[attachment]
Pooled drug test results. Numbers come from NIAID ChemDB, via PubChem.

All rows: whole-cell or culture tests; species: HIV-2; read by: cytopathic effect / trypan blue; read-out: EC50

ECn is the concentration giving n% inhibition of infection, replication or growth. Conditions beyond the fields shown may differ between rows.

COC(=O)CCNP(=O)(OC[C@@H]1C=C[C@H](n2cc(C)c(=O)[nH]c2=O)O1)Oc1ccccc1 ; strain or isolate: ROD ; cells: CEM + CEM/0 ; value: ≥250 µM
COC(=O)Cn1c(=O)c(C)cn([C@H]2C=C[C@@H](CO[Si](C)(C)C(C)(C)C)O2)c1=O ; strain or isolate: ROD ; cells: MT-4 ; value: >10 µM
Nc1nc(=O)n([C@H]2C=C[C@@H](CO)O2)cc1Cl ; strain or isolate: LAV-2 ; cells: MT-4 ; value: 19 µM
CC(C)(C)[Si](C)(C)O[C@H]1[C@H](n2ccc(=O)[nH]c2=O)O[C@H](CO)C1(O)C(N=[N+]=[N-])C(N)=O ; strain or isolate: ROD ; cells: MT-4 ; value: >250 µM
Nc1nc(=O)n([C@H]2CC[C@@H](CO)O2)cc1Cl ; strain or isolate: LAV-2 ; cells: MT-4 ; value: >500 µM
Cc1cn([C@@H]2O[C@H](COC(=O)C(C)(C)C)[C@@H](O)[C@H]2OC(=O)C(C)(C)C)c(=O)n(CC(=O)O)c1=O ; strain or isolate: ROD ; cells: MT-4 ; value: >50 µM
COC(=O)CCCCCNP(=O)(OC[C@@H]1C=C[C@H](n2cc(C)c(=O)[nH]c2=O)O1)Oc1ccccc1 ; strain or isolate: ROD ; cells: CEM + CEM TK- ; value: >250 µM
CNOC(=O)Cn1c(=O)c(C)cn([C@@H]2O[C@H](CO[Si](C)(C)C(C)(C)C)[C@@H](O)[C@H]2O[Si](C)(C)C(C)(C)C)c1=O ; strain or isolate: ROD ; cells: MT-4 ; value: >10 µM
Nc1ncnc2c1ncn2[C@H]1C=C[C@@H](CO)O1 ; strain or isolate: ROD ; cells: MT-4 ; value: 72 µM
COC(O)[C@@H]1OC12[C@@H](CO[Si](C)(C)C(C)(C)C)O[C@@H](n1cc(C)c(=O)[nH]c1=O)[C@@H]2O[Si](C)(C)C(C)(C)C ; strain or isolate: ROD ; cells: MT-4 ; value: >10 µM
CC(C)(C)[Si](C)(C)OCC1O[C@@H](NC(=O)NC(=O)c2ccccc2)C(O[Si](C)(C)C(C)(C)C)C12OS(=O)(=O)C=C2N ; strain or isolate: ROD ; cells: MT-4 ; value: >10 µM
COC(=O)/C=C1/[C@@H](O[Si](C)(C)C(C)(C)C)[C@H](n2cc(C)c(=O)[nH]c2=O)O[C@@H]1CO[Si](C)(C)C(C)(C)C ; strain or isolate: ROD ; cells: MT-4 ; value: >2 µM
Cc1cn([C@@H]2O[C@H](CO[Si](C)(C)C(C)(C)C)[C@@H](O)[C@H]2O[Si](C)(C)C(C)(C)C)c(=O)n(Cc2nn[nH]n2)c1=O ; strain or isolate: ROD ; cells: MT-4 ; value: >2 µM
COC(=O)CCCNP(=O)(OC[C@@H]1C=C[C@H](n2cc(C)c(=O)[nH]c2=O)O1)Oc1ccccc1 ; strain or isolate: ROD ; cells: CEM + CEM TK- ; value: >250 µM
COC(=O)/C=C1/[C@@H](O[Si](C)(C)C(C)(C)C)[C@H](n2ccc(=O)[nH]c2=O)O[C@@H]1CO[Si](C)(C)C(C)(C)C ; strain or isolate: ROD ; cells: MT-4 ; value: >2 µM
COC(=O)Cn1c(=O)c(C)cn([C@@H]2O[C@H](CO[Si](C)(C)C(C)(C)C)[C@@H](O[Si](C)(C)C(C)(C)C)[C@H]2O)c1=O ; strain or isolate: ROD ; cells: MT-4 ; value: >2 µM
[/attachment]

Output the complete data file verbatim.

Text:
Pooled drug test results. Numbers come from NIAID ChemDB, via PubChem.

All rows: whole-cell or culture tests; species: HIV-2; read by: cytopathic effect / trypan blue; read-out: EC50

ECn is the concentration giving n% inhibition of infection, replication or growth. Conditions beyond the fields shown may differ between rows.

COC(=O)CCNP(=O)(OC[C@@H]1C=C[C@H](n2cc(C)c(=O)[nH]c2=O)O1)Oc1ccccc1 ; strain or isolate: ROD ; cells: CEM + CEM/0 ; value: ≥250 µM
COC(=O)Cn1c(=O)c(C)cn([C@H]2C=C[C@@H](CO[Si](C)(C)C(C)(C)C)O2)c1=O ; strain or isolate: ROD ; cells: MT-4 ; value: >10 µM
Nc1nc(=O)n([C@H]2C=C[C@@H](CO)O2)cc1Cl ; strain or isolate: LAV-2 ; cells: MT-4 ; value: 19 µM
CC(C)(C)[Si](C)(C)O[C@H]1[C@H](n2ccc(=O)[nH]c2=O)O[C@H](CO)C1(O)C(N=[N+]=[N-])C(N)=O ; strain or isolate: ROD ; cells: MT-4 ; value: >250 µM
Nc1nc(=O)n([C@H]2CC[C@@H](CO)O2)cc1Cl ; strain or isolate: LAV-2 ; cells: MT-4 ; value: >500 µM
Cc1cn([C@@H]2O[C@H](COC(=O)C(C)(C)C)[C@@H](O)[C@H]2OC(=O)C(C)(C)C)c(=O)n(CC(=O)O)c1=O ; strain or isolate: ROD ; cells: MT-4 ; value: >50 µM
COC(=O)CCCCCNP(=O)(OC[C@@H]1C=C[C@H](n2cc(C)c(=O)[nH]c2=O)O1)Oc1ccccc1 ; strain or isolate: ROD ; cells: CEM + CEM TK- ; value: >250 µM
CNOC(=O)Cn1c(=O)c(C)cn([C@@H]2O[C@H](CO[Si](C)(C)C(C)(C)C)[C@@H](O)[C@H]2O[Si](C)(C)C(C)(C)C)c1=O ; strain or isolate: ROD ; cells: MT-4 ; value: >10 µM
Nc1ncnc2c1ncn2[C@H]1C=C[C@@H](CO)O1 ; strain or isolate: ROD ; cells: MT-4 ; value: 72 µM
COC(O)[C@@H]1OC12[C@@H](CO[Si](C)(C)C(C)(C)C)O[C@@H](n1cc(C)c(=O)[nH]c1=O)[C@@H]2O[Si](C)(C)C(C)(C)C ; strain or isolate: ROD ; cells: MT-4 ; value: >10 µM
CC(C)(C)[Si](C)(C)OCC1O[C@@H](NC(=O)NC(=O)c2ccccc2)C(O[Si](C)(C)C(C)(C)C)C12OS(=O)(=O)C=C2N ; strain or isolate: ROD ; cells: MT-4 ; value: >10 µM
COC(=O)/C=C1/[C@@H](O[Si](C)(C)C(C)(C)C)[C@H](n2cc(C)c(=O)[nH]c2=O)O[C@@H]1CO[Si](C)(C)C(C)(C)C ; strain or isolate: ROD ; cells: MT-4 ; value: >2 µM
Cc1cn([C@@H]2O[C@H](CO[Si](C)(C)C(C)(C)C)[C@@H](O)[C@H]2O[Si](C)(C)C(C)(C)C)c(=O)n(Cc2nn[nH]n2)c1=O ; strain or isolate: ROD ; cells: MT-4 ; value: >2 µM
COC(=O)CCCNP(=O)(OC[C@@H]1C=C[C@H](n2cc(C)c(=O)[nH]c2=O)O1)Oc1ccccc1 ; strain or isolate: ROD ; cells: CEM + CEM TK- ; value: >250 µM
COC(=O)/C=C1/[C@@H](O[Si](C)(C)C(C)(C)C)[C@H](n2ccc(=O)[nH]c2=O)O[C@@H]1CO[Si](C)(C)C(C)(C)C ; strain or isolate: ROD ; cells: MT-4 ; value: >2 µM
COC(=O)Cn1c(=O)c(C)cn([C@@H]2O[C@H](CO[Si](C)(C)C(C)(C)C)[C@@H](O[Si](C)(C)C(C)(C)C)[C@H]2O)c1=O ; strain or isolate: ROD ; cells: MT-4 ; value: >2 µM